Thursday, April 9, 2015

The Paschal candle

The Paschal candle, made afresh every year and inscribed with the date and the symbols alpha and omega, is a sign that Easter remains with us: not just for one day, or forty days, but all year long. After Pentecost, the Paschal candle is moved from its place in or around the sanctuary to the baptistery, where it stands beside to be burned whenever a christening is to take place. There's not much I can add to this which you can't read about in the Catholic Encyclopedia, but I wonder if any of you noticed how much larger the candles appear to be in those Exultet scrolls from yesterday's post? I highlight one passage from the Encyclopedia's article below:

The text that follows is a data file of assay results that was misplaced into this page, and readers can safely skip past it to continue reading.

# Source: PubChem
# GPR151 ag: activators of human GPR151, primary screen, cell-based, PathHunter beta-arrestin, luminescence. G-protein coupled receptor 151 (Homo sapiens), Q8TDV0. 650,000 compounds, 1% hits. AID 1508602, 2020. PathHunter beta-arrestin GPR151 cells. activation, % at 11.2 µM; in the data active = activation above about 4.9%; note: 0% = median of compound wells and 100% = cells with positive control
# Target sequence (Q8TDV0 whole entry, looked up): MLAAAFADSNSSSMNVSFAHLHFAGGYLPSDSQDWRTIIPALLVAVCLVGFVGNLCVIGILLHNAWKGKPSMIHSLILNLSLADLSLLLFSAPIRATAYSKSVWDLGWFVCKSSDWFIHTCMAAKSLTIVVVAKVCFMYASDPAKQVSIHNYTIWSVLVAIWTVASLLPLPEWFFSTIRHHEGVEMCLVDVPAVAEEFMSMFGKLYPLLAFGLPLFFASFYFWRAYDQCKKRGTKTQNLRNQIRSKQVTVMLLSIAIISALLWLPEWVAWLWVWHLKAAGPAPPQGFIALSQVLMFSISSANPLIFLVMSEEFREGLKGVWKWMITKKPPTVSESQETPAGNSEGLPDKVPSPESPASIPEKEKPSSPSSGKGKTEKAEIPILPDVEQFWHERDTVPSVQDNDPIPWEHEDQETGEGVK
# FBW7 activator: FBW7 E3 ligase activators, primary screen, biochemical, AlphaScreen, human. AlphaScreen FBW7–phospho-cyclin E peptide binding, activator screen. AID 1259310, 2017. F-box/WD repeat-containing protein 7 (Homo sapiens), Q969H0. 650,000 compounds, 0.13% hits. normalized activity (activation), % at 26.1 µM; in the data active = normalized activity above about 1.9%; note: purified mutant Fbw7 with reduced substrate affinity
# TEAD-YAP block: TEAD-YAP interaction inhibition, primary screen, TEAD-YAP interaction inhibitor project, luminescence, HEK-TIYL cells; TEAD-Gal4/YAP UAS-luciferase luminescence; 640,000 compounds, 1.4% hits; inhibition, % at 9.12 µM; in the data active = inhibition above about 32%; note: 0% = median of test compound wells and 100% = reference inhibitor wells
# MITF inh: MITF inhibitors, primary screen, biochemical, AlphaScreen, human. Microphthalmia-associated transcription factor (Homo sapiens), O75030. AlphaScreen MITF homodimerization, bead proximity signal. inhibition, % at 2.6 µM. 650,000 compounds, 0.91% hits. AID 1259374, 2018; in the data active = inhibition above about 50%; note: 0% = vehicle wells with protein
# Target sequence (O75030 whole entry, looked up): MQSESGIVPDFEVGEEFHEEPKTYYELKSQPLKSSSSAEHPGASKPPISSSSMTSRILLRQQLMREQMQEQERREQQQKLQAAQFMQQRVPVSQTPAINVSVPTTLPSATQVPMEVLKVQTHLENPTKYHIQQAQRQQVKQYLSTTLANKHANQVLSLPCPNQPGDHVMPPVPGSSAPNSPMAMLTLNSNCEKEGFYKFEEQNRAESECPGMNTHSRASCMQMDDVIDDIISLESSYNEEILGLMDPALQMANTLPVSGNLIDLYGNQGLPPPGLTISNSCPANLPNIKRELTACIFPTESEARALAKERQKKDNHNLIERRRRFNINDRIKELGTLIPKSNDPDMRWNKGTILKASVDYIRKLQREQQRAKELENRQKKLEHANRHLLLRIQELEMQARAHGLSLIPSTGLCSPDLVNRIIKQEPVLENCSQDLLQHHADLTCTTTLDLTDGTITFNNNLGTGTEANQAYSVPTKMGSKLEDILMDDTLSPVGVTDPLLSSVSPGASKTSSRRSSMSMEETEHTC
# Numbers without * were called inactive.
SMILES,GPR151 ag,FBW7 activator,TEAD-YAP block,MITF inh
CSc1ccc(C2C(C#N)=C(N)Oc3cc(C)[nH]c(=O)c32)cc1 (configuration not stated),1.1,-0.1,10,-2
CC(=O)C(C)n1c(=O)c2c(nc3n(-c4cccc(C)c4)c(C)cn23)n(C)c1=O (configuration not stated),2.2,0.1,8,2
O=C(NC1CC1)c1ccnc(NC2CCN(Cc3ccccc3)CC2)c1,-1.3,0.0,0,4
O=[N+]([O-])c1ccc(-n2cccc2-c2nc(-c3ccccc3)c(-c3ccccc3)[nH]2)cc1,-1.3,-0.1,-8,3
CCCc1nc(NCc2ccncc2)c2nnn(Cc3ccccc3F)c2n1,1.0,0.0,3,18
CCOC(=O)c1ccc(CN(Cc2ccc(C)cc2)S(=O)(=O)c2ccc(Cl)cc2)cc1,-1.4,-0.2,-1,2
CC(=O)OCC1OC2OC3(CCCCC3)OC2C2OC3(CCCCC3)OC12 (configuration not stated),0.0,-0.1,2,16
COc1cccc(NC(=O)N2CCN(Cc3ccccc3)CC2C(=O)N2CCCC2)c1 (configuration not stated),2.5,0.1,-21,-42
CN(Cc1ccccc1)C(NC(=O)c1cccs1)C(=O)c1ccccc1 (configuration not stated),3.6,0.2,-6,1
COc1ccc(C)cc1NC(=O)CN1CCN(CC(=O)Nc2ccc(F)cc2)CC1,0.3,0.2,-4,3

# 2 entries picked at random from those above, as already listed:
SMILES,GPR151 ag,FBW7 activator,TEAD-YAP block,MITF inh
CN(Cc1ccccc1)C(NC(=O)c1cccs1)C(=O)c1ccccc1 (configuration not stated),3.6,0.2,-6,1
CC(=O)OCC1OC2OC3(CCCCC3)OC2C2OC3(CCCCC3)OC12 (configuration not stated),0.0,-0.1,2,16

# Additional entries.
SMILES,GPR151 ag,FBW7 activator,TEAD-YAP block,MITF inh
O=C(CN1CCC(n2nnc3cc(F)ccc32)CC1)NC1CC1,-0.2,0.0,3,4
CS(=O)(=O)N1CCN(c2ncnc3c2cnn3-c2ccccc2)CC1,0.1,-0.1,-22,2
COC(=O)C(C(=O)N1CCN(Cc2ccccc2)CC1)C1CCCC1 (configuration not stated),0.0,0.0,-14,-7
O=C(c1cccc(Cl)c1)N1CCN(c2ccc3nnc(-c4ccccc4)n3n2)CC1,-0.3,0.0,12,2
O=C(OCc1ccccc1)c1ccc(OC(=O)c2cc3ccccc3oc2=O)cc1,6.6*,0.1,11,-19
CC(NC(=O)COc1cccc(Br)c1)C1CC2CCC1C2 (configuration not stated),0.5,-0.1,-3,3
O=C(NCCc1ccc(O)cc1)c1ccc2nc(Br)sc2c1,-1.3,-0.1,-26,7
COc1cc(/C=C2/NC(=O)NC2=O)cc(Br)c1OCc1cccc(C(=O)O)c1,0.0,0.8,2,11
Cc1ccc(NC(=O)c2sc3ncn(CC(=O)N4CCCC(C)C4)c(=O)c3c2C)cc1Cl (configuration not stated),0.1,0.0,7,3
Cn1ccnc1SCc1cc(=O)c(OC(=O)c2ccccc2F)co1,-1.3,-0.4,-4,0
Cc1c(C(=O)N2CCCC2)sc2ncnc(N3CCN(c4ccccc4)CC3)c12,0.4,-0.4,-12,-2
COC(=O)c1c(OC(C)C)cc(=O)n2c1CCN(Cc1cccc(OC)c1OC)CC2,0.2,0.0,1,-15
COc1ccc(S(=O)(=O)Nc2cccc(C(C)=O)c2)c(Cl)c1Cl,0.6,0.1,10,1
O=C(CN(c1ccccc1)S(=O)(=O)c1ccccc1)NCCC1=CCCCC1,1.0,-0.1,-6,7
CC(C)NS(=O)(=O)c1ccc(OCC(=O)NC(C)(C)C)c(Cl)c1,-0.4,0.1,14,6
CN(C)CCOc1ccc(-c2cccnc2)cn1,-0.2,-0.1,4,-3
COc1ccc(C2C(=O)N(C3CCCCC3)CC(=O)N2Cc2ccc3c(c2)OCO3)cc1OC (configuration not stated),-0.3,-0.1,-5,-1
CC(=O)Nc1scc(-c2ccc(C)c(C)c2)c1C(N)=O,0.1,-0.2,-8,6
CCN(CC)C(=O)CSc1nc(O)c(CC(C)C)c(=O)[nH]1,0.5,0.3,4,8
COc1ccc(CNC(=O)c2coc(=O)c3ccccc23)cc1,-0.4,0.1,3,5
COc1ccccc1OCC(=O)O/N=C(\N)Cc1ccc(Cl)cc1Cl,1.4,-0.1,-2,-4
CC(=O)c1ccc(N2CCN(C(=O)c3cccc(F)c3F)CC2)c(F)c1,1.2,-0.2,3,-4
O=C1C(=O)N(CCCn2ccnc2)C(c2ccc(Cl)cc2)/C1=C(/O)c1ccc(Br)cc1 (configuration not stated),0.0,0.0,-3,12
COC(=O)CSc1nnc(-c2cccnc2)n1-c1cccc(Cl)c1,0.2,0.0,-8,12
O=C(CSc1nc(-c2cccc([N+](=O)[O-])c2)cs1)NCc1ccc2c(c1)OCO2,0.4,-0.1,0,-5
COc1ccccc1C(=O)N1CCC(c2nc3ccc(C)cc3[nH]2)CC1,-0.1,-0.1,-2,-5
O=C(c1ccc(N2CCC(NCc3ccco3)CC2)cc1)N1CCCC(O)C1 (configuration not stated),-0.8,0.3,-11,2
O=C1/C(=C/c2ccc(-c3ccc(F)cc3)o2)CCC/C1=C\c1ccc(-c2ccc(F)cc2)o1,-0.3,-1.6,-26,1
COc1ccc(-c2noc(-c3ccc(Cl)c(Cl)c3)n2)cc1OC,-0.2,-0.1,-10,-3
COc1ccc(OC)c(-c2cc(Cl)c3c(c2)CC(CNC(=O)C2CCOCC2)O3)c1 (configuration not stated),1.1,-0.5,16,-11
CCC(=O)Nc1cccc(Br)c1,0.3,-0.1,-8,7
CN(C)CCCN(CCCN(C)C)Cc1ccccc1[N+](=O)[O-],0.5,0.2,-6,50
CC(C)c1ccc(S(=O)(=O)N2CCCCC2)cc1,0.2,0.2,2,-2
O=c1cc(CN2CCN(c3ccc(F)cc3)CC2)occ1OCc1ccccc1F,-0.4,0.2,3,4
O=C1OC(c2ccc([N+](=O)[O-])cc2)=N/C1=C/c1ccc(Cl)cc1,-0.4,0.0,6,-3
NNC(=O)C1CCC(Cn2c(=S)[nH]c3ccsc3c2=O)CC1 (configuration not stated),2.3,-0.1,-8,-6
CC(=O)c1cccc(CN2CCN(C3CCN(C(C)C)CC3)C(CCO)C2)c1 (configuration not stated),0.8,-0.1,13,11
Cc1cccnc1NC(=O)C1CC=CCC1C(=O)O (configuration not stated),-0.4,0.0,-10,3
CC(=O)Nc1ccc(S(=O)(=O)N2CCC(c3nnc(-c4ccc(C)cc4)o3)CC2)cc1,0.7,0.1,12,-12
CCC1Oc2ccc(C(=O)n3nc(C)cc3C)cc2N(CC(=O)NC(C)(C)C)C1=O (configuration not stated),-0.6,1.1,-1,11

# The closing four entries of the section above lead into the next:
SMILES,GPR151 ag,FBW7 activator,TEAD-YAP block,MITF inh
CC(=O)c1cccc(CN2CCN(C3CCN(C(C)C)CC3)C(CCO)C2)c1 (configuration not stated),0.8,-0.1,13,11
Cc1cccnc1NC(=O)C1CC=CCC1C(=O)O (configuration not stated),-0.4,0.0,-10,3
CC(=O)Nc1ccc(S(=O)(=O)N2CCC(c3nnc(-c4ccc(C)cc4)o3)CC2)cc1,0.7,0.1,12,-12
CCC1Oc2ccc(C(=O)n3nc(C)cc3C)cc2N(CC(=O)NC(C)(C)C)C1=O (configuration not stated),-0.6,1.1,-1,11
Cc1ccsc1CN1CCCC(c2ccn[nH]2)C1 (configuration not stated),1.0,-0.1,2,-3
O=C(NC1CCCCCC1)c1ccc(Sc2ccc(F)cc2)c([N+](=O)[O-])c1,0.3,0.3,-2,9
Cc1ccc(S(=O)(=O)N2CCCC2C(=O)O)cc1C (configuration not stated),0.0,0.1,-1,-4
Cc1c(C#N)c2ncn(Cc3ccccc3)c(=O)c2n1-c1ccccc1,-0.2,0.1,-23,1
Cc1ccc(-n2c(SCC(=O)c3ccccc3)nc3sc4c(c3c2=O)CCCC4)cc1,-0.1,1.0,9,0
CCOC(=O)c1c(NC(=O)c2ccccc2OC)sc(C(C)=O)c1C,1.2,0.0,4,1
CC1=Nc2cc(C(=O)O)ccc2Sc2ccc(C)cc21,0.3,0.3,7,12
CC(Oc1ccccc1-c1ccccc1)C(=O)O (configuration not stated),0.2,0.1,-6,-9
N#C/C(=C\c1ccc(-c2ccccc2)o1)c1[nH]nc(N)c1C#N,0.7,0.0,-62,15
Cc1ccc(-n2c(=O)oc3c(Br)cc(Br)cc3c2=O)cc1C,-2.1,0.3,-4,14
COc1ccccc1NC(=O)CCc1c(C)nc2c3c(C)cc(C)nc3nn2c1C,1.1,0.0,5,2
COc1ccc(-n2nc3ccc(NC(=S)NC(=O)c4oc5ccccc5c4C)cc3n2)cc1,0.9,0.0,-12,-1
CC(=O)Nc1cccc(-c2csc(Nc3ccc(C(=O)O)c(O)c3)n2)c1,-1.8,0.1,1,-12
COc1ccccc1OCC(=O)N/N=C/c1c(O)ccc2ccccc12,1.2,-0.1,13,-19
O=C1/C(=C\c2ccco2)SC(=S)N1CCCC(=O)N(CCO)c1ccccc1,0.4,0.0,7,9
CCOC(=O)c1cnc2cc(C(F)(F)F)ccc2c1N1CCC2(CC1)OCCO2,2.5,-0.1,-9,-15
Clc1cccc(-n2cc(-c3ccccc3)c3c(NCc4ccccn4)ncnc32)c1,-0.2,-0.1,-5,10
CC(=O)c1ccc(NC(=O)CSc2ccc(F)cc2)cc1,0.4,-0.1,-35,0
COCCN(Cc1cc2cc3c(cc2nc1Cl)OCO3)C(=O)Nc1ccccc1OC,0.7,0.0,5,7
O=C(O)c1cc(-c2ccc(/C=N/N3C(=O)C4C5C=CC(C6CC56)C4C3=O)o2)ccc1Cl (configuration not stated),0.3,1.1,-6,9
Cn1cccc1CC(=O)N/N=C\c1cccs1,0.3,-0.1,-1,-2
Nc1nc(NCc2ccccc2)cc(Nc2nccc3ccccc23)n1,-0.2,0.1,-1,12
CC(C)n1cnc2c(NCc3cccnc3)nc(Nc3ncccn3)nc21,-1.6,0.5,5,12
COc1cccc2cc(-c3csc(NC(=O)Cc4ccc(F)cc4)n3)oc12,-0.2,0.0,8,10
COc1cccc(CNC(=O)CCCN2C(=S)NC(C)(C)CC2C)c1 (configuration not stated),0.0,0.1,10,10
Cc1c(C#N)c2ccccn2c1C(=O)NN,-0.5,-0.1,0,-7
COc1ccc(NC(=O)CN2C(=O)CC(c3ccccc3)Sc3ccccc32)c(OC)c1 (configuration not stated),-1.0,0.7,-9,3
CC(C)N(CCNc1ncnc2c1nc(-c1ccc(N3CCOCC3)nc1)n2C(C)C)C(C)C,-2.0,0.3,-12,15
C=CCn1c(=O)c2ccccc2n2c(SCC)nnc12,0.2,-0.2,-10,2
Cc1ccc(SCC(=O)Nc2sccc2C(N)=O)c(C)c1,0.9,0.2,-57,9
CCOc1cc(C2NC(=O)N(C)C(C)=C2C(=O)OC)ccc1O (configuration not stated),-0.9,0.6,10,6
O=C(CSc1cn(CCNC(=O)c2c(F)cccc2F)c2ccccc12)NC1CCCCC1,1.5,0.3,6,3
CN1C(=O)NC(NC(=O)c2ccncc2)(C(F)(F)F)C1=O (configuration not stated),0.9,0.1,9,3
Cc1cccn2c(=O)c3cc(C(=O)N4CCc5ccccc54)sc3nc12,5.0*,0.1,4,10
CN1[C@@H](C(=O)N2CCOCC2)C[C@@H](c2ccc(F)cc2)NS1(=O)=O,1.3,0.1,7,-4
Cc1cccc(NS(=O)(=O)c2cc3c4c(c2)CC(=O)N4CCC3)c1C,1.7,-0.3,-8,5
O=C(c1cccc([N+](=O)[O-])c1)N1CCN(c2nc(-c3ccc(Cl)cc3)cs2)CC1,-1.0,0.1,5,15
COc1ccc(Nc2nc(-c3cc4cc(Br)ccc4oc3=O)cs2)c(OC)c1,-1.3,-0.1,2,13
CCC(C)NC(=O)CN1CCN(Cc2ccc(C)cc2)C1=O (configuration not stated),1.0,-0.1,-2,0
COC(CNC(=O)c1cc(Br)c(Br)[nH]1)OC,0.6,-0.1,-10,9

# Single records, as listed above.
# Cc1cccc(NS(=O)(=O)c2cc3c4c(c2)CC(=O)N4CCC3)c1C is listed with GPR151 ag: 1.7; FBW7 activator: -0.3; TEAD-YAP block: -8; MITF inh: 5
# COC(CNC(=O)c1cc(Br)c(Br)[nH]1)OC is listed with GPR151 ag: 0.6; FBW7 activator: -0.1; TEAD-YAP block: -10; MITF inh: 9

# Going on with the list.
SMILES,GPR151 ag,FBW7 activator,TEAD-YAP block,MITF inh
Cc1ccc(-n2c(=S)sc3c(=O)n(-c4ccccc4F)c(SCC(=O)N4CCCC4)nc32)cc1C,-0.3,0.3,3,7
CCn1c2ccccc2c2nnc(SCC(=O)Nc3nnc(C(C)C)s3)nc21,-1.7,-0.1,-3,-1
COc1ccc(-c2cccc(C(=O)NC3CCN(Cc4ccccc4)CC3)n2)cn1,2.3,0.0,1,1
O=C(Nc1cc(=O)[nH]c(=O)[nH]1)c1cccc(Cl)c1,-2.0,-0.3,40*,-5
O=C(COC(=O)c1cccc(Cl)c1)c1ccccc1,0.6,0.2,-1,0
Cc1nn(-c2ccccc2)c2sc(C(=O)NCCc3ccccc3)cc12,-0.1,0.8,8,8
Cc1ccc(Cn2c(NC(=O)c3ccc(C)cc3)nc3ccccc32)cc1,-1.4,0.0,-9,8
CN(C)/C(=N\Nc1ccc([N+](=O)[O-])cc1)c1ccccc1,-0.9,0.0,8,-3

"Naturally the medieval tendency was to glorify the paschal candle by making it bigger and bigger. At Durham we are told of a magnificent erection with dragons and shields and seven branches, which was so big that it had to stand in the centre of the choir. The Sarum Processional of 1517 directs that the paschal candle, no doubt that of Salisbury cathedral, is to be thirty-six feet in height, while we learn from Machyn's diary that in 1558, under Queen Mary, three hundred weight of wax was used for the paschal candle of Westminster Abbey. In England these great candles, after they had been used for the last time in blessing the font on Whitsun Eve, were generally melted down and made into tapers to be used gratuitously at the funerals of the poor (see Wilkins, "Concilia", I, 571, and II, 298)"

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